The denial of Haiti’s culture and history is a recurring theme in your film.

Haitian culture is very present and yet there is a lot of denial. We have learned that it is through parts of our culture that we are ostracized. When you’ve been told all your life that you’re one of the oppressed, one of the marginalized, that you have no future because of the color of your skin or because you come from the wrong family, there comes a time when you feel like you’ve erased and try to live up to what people expect from you. But your culture is still there, it haunts you.

It is often said that Haitians are 70% Catholic, 70% Protestant and 100% Voodoo. Haitian voodoo is everywhere, you can deny it as much as you want, but it’s there, it’s there and it’s strong. It’s a dilemma for many people: when you embrace voodoo, you embrace the devil, you’re not going to paradise, but you’re already in hell in Haiti, so that’s two futures in jeopardy at once. So people think, if there’s no future here, let’s look elsewhere. But trying to get rid of voodoo is heartbreaking and can lead to a form of schizophrenia or even insanity.

The film treats its characters with empathy and tenderness, especially Freda’s mother. Does she in some way embodies the tragedy of a country incapable of protecting its children?

Yes it is exactly that. People are torn between the need to protect and the need to survive. Sometimes they choose the latter and make painful choices, but without realizing that they and their loved ones always carry the trauma with them. I think sometimes it’s those traumas that become a handicap that prevents us from growing as a nation. At some point we will have to confront that mother – the mother of the film and our motherland – and decide what we will accept and what we can no longer tolerate, so that future generations are not hindered in the same way.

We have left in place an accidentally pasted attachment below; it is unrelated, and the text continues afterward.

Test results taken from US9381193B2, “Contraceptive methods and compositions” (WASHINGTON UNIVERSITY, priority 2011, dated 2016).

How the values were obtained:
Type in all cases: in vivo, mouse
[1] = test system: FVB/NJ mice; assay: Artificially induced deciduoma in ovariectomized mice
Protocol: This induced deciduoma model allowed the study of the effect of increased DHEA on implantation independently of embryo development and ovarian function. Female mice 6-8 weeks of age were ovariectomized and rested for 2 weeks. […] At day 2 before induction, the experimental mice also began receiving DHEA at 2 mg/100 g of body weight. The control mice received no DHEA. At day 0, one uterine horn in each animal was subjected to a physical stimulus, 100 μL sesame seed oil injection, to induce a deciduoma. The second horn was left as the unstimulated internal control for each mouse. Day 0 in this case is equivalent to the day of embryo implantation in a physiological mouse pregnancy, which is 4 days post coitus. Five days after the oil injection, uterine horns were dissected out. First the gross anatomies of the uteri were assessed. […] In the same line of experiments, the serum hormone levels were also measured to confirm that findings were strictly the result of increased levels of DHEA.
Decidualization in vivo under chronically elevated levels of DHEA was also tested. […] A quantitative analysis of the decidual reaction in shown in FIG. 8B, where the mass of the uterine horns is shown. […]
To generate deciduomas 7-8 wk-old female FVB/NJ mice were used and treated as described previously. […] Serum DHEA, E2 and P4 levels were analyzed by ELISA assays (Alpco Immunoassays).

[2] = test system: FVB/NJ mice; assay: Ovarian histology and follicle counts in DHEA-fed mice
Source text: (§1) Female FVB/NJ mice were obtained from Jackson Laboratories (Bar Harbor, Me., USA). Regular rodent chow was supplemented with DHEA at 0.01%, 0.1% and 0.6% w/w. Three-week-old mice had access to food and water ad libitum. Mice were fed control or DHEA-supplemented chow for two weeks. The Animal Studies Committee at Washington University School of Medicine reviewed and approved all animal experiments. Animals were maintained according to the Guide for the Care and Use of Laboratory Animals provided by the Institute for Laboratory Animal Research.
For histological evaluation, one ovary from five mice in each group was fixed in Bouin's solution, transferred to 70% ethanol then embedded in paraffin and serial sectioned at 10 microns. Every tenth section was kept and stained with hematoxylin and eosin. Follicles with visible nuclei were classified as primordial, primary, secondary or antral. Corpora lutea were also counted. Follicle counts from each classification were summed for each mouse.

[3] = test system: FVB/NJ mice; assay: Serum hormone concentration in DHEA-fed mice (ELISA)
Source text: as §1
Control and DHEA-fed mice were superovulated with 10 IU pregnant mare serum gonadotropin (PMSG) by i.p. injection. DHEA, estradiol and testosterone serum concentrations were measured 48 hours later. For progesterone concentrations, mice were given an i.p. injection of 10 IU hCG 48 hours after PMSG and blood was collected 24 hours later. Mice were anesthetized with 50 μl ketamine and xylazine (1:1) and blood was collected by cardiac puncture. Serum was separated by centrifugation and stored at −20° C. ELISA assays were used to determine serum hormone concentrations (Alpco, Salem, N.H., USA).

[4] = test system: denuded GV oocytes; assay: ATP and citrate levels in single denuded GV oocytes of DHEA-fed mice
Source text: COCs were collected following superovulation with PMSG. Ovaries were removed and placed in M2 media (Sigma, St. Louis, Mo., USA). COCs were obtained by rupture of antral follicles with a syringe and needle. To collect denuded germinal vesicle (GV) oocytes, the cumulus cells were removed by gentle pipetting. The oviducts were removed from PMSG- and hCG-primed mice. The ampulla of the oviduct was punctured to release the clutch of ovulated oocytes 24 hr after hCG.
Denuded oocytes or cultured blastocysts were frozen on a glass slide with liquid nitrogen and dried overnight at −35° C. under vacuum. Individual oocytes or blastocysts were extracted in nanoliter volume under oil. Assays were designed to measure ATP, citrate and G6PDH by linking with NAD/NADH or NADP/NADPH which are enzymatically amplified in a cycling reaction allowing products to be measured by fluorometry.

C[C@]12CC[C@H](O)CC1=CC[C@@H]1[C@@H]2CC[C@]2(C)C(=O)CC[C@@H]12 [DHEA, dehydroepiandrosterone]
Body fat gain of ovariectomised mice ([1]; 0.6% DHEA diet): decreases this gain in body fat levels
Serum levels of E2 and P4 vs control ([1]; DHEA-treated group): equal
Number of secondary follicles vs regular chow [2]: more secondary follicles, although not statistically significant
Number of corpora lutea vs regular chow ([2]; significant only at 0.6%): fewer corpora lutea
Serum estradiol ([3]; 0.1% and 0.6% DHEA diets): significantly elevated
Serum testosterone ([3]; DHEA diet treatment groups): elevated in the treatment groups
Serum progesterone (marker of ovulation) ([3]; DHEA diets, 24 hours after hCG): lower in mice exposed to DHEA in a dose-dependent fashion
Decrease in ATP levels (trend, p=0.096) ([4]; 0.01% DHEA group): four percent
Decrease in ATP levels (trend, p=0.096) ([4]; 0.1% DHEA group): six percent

Of course, “Freda” is very much a story of female courage and resilience. Is there hope there?

Absolutely. People often want immediate hope, concretely, like a hero who suddenly arrives to save us, or a politician who appears out of nowhere. But sometimes hope is just about realizing that we are still here, that we are alive and that there is still room to create a better future. Of course it takes a lot of energy and often we just don’t have it because the energy is depleted by the daily struggle for survival. But we’re still here.

Freda (Néhémie Bastien) with her mother Jeannette (Fabiola Remy) in a still from the film. © Nour Films

The festival started just as the news of the assassination of President Jovenel Moïse broke. How did you experience it?

I was very angry because we have been calling for help for so long. Two days before his death, several people were murdered in a poor area of ​​Port-au-Prince, including a prominent activist. But there was not a word for him. Why this silence, this denial? People often think, as long as this happens in poor areas, it’s not my problem. But at some point, the violence will knock on your door. And I was angry that he [Jovenel Moïse] was unable to protect his people or even his family.

I was already at the festival when it happened. I thought about my friends who might be in even greater danger now, because we don’t know who ordered this murder. Maybe they want to kill more people and take advantage of the chaos. All this generates even more emotional insecurity.

Aside from the tragic news, what is your experience with Cannes and how have people at home reacted?

They are happy that we are here and they experience the festival through us. It is a relief to see that Haiti is being discussed differently in the media. I can’t remember the last time I saw a positive article about our country. It always sounds like our lives are an endless succession of disasters and political upheavals. For once, people can talk about us with the whole “Freda” team here in Cannes. We are living it to the fullest, as we did on the red carpet yesterday. We strive to evoke the energy and stay positive, despite what is happening at home. A premiere in Cannes should be celebrated; we did it here and people have done it from home. We are sending photos and videos so that Haitians can follow us step by step in this festival.